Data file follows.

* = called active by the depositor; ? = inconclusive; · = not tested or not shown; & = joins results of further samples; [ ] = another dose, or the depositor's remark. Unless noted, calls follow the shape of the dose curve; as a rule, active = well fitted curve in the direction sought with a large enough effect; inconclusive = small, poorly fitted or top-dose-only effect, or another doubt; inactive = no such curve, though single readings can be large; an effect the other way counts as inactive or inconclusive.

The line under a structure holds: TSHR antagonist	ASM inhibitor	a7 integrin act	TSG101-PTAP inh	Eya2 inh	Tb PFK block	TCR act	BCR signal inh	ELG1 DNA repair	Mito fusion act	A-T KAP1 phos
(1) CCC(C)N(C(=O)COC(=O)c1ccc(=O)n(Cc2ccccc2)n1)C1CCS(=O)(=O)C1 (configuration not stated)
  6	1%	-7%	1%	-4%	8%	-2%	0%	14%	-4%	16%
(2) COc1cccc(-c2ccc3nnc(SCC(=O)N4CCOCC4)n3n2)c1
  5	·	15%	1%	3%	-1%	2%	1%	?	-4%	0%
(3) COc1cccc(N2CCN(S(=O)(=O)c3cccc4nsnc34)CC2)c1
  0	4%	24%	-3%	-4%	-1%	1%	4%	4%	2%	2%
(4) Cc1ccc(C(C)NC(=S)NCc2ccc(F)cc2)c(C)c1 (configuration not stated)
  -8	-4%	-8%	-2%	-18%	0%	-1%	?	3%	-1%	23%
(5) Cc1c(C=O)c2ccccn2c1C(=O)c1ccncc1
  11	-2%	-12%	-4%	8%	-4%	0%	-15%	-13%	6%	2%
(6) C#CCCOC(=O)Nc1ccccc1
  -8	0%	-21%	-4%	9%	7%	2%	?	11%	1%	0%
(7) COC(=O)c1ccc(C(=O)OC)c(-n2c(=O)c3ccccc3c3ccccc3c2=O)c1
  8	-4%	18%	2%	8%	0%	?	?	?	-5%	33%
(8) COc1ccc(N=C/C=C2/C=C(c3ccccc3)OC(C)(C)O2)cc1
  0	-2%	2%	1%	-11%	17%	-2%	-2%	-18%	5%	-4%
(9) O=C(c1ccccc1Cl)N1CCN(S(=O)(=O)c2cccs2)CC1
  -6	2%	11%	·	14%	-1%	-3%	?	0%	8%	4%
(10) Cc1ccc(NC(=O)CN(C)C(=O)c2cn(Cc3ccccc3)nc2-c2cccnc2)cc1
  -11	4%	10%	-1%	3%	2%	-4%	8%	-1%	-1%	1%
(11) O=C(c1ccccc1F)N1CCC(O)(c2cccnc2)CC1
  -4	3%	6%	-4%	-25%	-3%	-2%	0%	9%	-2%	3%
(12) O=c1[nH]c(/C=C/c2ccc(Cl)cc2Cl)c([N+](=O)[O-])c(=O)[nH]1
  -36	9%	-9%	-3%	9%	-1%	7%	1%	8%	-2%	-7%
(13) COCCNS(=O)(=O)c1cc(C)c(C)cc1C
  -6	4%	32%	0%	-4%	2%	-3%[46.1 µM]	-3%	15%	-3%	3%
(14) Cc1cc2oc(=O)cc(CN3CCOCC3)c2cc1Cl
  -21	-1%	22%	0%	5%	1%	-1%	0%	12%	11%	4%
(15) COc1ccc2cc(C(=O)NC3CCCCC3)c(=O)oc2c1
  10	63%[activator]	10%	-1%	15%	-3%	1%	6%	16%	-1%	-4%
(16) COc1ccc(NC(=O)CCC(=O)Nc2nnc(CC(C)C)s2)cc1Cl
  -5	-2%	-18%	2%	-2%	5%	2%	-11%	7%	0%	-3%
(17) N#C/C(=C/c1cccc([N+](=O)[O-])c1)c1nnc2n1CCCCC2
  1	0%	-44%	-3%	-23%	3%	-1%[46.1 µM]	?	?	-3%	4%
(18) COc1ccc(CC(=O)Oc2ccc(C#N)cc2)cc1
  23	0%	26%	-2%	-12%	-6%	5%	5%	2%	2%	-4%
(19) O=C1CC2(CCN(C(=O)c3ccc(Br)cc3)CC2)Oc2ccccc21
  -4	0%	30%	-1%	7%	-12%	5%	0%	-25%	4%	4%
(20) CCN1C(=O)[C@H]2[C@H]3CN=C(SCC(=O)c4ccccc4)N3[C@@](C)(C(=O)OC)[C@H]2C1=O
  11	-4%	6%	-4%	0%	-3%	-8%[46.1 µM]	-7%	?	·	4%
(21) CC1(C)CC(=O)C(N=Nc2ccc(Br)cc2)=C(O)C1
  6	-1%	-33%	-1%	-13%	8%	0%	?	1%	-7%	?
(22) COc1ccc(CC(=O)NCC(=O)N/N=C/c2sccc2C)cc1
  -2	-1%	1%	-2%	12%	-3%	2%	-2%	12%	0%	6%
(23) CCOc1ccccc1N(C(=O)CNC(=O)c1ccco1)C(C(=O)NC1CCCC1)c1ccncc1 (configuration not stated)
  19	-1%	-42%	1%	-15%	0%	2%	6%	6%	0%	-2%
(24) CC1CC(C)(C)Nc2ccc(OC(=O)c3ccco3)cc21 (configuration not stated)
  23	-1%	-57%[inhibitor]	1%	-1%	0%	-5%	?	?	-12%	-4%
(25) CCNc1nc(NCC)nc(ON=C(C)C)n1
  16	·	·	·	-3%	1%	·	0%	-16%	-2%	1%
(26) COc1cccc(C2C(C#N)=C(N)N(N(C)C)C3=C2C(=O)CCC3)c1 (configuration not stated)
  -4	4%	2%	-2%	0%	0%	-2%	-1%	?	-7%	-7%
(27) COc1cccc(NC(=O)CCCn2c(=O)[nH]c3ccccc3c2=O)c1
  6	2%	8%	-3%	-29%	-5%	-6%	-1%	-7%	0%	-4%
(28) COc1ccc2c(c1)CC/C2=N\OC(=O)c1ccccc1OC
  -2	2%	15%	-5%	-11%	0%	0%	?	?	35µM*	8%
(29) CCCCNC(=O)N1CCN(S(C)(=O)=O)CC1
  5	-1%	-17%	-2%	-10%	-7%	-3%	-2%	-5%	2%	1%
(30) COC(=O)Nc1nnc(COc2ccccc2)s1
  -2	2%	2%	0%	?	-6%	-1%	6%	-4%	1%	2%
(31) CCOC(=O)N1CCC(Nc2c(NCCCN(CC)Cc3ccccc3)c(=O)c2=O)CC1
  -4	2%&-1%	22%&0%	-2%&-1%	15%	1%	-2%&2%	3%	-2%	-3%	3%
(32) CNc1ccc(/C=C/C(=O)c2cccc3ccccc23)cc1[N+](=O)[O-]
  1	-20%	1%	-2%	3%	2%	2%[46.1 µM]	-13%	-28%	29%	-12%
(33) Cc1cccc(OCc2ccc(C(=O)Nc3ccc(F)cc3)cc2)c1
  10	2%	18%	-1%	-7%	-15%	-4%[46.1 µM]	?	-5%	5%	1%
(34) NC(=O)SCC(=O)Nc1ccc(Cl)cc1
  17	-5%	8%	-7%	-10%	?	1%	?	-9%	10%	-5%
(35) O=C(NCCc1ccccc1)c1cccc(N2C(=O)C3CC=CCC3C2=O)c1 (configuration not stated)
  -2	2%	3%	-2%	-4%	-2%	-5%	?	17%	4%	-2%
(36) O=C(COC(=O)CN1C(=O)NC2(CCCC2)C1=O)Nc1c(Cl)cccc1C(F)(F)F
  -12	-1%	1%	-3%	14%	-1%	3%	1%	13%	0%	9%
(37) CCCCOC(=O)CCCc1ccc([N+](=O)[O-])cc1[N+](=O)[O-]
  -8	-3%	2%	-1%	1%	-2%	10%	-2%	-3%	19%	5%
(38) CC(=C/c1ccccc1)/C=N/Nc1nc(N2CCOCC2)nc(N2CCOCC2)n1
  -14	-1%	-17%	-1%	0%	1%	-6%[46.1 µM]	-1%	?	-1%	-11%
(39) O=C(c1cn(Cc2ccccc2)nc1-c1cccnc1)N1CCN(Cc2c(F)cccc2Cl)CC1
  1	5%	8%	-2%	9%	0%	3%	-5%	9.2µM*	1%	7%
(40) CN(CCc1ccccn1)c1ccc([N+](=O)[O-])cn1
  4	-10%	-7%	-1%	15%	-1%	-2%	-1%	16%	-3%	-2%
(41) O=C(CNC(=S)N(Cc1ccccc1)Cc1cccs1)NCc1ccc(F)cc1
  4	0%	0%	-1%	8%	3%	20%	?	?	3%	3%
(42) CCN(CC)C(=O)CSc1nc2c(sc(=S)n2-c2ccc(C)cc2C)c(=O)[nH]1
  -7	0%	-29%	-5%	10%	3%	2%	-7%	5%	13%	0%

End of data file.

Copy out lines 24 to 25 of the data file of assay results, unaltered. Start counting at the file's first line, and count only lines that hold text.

  -4	3%	6%	-4%	-25%	-3%	-2%	0%	9%	-2%	3%
(12) O=c1[nH]c(/C=C/c2ccc(Cl)cc2Cl)c([N+](=O)[O-])c(=O)[nH]1